Starting L/D next week

  1. to all of y'all l/d experts,

    any words of advice for a newbie nurse intern in l/d?

    i have been working towards this goal ever since i started nursing school. before even starting nursing school actually, i knew that i wanted to work l/d at the local women's hospital. i started off a volunteer, then a health care tech (someone that is in nursing school, but hasn't taken adult health i), and then moved up to nurse intern in gynecology (which was the only available intern position at the time). here recently, i became aware of 2 intern positions that were coming open in l/d. i jumped after it! i believe you can honestly say, i "harassed" the nurse mgr. well, it paid off, because i start next week! :roll :d :roll :d :roll

    thank you in advance for your time!
  2. Visit moni rn profile page

    About moni rn

    Joined: May '01; Posts: 371


  3. by   moz
    Congratulations! My advice is to ask lots of questions-hopefully you will have a good preceptor. When I first started I practiced feeling the cervical dilation charts over and over. I assume you will be taking fetal monitoring classes, but you may also want to take a breastfeeding class eventually and sit in on your hospital's birthing classes.
    Best wishes to you, hope you love it as much as I do!
  4. by   BeeStrong
    Review over and over again with your preceptor and in your own mind the procedures to follow in emergencies such as prolapsed cord; placenta previa, hemhorrhage, etc. ; these things DO happen in L/D and you need to know what to do immediately. We nurses diagnosed internal bleeding on a fresh post op tubal ligation, called the Doc, told him her pressure was dropping and he better get in quick to take her back to surgery; we heard him tell the pt the next morning; "Well, its a good thing I got here in time to save your life!" Didn't give us credit for anything, oh well, all in a day's work, of luck in your training!!, Bee
  5. by   SmilingBluEyes
    Congratulations to you! I, too, started OB right out of school 6 years ago and I don't regret it. I have some words of advice, if you are interested.

    Be a sponge. Watch and listen to all around you. Never be afraid to ask lots of questions and if you do not fully understand something, request clarification til you do. OB, as you know, is one of the most litigious areas in nursing so you have to be on your toes. Find a good mentor and stick with him/her, learning all you can.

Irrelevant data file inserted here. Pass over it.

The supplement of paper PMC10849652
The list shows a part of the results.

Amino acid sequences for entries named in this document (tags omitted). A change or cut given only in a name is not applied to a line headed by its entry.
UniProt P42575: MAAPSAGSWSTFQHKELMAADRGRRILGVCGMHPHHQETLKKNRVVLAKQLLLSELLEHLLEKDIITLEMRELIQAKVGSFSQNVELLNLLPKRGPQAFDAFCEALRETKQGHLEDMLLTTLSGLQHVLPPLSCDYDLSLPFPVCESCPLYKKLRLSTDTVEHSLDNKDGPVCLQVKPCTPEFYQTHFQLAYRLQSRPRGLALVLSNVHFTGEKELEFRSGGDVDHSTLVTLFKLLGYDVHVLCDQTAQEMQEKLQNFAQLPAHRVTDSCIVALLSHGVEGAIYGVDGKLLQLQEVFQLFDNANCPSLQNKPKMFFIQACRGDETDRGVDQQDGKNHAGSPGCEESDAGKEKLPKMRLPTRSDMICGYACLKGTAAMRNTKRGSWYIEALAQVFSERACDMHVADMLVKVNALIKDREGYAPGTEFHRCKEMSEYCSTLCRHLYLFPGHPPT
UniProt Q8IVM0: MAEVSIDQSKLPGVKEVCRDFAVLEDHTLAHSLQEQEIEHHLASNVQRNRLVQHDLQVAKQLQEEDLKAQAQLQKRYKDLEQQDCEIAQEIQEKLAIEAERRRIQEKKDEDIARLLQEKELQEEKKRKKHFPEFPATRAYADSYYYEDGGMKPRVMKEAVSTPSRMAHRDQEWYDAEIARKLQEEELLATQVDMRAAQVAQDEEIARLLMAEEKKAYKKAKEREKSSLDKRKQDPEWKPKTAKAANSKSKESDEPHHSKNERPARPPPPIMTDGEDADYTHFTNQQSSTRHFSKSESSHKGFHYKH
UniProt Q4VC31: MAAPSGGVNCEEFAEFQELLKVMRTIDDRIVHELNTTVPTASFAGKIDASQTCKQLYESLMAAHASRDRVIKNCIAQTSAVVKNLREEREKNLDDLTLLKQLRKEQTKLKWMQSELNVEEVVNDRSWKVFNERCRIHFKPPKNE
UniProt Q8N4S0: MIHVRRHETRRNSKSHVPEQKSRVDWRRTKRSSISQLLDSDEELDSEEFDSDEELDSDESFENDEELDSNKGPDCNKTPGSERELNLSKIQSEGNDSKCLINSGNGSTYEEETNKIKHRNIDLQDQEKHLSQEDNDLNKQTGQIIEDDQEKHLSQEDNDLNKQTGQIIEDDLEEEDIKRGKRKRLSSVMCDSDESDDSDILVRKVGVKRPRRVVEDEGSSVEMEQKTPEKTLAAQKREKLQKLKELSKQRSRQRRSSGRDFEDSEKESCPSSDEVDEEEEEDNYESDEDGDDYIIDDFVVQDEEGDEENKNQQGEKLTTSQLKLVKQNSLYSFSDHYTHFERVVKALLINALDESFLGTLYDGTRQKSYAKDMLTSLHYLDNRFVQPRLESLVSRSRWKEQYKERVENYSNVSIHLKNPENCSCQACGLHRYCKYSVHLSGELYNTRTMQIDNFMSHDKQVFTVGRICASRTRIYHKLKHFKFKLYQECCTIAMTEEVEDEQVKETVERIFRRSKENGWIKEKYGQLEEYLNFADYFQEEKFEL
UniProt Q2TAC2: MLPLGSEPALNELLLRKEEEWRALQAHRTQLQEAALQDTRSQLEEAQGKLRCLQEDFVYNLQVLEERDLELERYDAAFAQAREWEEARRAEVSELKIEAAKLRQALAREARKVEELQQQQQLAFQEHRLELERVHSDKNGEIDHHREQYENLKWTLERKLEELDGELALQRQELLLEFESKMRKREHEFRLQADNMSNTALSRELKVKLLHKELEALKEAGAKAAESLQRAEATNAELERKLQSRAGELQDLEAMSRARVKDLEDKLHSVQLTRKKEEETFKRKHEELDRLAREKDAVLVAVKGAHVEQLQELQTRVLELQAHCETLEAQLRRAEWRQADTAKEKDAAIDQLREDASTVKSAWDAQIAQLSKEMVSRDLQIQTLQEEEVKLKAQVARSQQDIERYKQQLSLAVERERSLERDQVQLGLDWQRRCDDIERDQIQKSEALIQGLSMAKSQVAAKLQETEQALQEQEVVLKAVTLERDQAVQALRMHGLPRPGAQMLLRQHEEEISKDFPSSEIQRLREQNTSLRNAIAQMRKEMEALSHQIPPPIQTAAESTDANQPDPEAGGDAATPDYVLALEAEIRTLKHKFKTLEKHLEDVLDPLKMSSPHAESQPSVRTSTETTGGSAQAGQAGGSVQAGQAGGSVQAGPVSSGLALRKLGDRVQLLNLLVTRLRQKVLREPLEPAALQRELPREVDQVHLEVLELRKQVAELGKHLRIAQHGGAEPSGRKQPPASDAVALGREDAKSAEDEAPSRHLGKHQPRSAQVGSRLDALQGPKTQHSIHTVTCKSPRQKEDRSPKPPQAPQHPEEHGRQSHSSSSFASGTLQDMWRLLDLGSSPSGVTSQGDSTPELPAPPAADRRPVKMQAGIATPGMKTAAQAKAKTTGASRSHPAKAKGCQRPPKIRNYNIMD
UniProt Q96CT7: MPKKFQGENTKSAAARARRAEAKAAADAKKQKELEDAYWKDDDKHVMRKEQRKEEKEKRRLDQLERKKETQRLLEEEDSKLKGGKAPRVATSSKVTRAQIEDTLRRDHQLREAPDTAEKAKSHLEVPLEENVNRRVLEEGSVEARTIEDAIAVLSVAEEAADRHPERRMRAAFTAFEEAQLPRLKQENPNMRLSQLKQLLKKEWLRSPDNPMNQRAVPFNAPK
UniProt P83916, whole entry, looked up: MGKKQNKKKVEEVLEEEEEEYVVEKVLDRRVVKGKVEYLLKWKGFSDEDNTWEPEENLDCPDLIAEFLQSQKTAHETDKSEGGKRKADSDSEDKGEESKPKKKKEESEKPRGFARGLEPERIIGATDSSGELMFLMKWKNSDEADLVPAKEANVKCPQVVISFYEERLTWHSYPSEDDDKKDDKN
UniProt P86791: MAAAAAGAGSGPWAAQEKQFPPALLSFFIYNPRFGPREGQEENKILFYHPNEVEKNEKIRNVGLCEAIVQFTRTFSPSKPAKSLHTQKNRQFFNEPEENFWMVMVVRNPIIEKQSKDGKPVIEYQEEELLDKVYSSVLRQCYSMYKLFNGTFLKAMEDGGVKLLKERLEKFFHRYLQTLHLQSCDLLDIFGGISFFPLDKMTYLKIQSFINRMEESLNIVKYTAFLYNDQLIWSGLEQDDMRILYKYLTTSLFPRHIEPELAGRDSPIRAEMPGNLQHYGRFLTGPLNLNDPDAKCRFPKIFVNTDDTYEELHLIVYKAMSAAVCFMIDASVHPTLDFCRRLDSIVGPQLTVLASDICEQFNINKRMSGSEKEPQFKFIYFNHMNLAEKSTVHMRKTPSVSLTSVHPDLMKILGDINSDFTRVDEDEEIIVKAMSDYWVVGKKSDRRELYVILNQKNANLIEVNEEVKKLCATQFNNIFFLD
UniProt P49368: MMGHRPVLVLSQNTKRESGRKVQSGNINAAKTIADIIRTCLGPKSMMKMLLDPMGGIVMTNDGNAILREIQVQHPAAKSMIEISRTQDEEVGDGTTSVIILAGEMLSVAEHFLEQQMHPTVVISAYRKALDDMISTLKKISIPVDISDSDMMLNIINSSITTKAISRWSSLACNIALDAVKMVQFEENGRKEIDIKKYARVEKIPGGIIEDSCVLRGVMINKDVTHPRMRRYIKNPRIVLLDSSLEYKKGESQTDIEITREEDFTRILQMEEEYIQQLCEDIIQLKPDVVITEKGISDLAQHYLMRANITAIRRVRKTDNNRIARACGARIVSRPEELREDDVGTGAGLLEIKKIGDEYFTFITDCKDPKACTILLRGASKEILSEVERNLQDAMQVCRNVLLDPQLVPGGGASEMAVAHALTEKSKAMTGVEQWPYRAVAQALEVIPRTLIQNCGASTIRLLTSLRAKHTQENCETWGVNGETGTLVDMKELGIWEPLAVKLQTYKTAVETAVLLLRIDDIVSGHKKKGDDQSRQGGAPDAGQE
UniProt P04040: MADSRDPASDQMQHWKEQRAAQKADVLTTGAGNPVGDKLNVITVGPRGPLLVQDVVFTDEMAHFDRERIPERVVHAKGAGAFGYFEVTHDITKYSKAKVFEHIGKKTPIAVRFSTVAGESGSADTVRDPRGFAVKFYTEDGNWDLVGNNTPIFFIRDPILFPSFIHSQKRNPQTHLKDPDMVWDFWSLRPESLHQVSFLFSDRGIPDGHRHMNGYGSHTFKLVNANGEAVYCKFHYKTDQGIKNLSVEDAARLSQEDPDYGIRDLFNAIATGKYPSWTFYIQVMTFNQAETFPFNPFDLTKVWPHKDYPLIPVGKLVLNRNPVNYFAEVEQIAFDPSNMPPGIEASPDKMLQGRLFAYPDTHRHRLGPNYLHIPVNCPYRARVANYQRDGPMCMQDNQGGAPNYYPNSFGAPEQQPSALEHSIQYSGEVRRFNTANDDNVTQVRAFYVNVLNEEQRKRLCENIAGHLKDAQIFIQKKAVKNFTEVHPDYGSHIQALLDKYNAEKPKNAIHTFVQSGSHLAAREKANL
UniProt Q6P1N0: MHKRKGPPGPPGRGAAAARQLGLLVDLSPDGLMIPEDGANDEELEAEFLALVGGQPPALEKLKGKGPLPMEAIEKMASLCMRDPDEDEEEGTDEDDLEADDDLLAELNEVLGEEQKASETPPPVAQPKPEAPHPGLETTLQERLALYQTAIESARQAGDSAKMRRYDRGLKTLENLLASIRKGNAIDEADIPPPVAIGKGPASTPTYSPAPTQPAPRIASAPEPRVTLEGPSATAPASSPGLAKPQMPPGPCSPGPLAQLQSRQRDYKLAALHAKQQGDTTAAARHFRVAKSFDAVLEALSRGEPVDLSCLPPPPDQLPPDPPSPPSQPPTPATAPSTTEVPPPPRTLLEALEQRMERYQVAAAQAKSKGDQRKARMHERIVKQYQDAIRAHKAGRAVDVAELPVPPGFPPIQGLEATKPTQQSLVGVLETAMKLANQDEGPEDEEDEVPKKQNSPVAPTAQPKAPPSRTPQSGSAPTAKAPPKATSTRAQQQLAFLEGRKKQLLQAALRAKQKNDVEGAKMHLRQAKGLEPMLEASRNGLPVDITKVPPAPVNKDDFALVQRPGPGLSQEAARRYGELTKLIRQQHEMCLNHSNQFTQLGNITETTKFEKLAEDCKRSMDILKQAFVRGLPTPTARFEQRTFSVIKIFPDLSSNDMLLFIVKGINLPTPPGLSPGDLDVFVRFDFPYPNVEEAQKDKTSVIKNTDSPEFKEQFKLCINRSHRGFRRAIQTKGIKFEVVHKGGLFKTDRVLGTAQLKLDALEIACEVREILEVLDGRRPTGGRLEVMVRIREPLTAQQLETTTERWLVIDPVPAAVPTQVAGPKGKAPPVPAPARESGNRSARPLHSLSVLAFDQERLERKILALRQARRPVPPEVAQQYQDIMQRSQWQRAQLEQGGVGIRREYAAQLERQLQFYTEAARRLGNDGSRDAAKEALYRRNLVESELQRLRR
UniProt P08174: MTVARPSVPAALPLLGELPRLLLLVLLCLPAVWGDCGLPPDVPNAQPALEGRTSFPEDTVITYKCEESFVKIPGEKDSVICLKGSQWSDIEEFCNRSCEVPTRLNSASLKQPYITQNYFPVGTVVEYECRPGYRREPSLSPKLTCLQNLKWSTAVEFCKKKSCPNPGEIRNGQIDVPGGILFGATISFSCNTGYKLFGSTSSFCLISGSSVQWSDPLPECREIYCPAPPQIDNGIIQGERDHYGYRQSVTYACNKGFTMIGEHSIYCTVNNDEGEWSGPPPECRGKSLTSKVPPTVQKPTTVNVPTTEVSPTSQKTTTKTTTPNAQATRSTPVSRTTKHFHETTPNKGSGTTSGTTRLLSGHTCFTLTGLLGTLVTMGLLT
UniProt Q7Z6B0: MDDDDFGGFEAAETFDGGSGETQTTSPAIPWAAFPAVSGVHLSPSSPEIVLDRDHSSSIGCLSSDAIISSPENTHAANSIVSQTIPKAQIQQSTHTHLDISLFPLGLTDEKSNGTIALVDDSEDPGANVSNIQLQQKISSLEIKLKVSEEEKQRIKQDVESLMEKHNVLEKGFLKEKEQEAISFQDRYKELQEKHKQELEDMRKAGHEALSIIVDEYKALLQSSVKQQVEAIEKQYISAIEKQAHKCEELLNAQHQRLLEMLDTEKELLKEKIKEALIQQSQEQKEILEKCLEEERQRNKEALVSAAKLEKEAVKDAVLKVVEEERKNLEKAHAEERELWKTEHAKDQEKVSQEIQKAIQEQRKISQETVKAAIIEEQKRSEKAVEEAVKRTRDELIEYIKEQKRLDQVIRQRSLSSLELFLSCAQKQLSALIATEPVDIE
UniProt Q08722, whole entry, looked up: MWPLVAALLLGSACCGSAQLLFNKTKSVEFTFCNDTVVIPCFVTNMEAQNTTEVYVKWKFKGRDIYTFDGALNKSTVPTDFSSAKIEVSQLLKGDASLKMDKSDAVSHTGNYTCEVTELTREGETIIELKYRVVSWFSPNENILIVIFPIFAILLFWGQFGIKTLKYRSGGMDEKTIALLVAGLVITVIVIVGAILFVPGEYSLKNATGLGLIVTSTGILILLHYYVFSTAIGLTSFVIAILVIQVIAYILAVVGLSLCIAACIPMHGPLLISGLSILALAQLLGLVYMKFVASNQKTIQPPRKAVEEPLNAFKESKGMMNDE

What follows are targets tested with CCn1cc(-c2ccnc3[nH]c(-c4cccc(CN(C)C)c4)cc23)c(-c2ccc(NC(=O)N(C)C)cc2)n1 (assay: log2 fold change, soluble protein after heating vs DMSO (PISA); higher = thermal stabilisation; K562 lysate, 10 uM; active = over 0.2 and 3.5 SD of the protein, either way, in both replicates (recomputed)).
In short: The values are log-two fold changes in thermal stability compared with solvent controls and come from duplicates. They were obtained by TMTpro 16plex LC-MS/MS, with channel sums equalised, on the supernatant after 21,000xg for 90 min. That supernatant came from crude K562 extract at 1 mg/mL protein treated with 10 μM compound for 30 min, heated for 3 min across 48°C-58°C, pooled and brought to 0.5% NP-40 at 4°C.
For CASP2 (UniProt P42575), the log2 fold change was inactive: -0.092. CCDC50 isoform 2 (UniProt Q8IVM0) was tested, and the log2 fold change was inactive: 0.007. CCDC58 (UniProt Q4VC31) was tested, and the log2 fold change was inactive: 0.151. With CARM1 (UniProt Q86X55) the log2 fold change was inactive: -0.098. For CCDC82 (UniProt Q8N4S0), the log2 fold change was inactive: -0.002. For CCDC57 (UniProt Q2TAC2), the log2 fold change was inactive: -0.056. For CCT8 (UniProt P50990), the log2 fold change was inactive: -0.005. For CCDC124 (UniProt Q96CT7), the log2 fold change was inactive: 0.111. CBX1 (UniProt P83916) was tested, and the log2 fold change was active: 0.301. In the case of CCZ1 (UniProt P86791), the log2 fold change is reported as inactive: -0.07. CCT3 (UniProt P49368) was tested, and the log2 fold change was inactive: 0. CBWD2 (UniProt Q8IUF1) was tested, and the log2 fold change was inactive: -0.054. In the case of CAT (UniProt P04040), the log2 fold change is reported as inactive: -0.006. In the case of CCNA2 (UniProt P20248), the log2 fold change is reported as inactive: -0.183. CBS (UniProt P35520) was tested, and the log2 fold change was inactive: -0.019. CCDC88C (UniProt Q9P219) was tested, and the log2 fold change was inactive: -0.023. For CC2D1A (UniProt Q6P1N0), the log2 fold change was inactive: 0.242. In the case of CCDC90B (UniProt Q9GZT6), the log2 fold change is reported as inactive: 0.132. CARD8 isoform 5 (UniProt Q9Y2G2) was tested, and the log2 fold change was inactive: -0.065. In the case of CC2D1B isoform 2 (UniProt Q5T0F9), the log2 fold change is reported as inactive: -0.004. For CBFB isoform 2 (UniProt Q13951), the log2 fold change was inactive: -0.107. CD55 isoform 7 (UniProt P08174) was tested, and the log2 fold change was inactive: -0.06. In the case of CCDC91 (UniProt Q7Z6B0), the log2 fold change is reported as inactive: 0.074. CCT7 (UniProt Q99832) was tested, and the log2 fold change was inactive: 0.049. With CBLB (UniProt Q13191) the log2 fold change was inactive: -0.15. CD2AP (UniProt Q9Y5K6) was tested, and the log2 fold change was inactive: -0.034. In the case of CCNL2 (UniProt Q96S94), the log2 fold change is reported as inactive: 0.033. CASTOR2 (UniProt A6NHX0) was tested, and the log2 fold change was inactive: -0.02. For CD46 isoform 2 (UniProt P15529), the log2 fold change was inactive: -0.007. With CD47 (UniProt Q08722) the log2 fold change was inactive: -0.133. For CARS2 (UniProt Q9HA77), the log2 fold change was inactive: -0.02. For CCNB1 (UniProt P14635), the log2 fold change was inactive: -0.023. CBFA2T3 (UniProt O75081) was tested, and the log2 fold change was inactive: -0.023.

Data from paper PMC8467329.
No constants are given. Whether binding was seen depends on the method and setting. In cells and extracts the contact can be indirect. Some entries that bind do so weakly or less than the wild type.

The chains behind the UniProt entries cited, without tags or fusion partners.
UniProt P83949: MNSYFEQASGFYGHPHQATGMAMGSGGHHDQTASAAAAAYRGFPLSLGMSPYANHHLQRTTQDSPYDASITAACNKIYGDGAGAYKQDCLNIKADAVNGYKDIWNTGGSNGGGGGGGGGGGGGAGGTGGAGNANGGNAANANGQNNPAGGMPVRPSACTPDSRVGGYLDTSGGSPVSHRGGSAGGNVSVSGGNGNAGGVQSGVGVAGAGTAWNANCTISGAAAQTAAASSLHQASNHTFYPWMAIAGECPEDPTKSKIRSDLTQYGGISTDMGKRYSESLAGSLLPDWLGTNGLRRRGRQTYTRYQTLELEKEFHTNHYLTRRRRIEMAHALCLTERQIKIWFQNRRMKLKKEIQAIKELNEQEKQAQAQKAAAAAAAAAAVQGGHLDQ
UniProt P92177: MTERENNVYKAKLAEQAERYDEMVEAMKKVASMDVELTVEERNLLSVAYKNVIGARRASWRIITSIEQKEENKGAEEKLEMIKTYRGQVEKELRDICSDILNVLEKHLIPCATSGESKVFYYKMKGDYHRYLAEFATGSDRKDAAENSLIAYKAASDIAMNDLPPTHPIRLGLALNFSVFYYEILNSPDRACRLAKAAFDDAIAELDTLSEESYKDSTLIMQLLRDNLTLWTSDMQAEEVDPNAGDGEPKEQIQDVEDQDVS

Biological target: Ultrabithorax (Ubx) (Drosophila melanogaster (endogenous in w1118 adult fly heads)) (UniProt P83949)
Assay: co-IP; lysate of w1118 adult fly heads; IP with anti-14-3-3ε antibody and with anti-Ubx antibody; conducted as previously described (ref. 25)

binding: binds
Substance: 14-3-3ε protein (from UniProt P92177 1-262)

Join your professional organization, AWHONN ( ). In so doing, you will receive copies of the practice standards to which you are legally held, no matter what state in which you live. It would behoove you NOW to know what those national standards are. You are held liable from the time you step on the floor as a nurse for what you do at all times, even if you are new and learning.

    Make sure you get NRP (neonatal rescusitation program) training ASAP. Ask your manager who the NRP instructor is and get with that person right away to get started. This is critical.

    See if your manager will send you to fetal heart monitoring classes soon. These are very helpful in teaching you what you need to know and provide excellent documentation as to the education you are receiving and maintaining as a nurse in OB. Plan now to do a lot of continuing education to maintain current knowledge.

    Be aware of policies and procedures and know where all your contingency manuals (e.g. disaster plans) are at all times. Know your chain of command and be able to use it when needed.

    Develop meticulous charting habits NOW. Don't delay. You must know well the charting system in your hospital and keep up that standard, including using abbreviations approved by your hospital only. Be thorough, so that when your chart is read, a mental picture of the sitation can literally be created from what you wrote. This has saved the butts of several colleagues with whom I work and SUNK one who did not adhere to standards. It's just like in nursing school, "if it ain't charted, it ain'd done". You will see several who are sloppy and complacent. You know better.

    Finally, enjoy the new job! Take good care of yourself and get plenty of sleep to stay mentally sharp. Don't work more than you can; I remember doing many extra shifts so I could learn but it took a toll on my and my family. Keep your priorities straight. Good luck to you! If you need anything, please feel free to PM me.
    Last edit by SmilingBluEyes on Jun 19, '03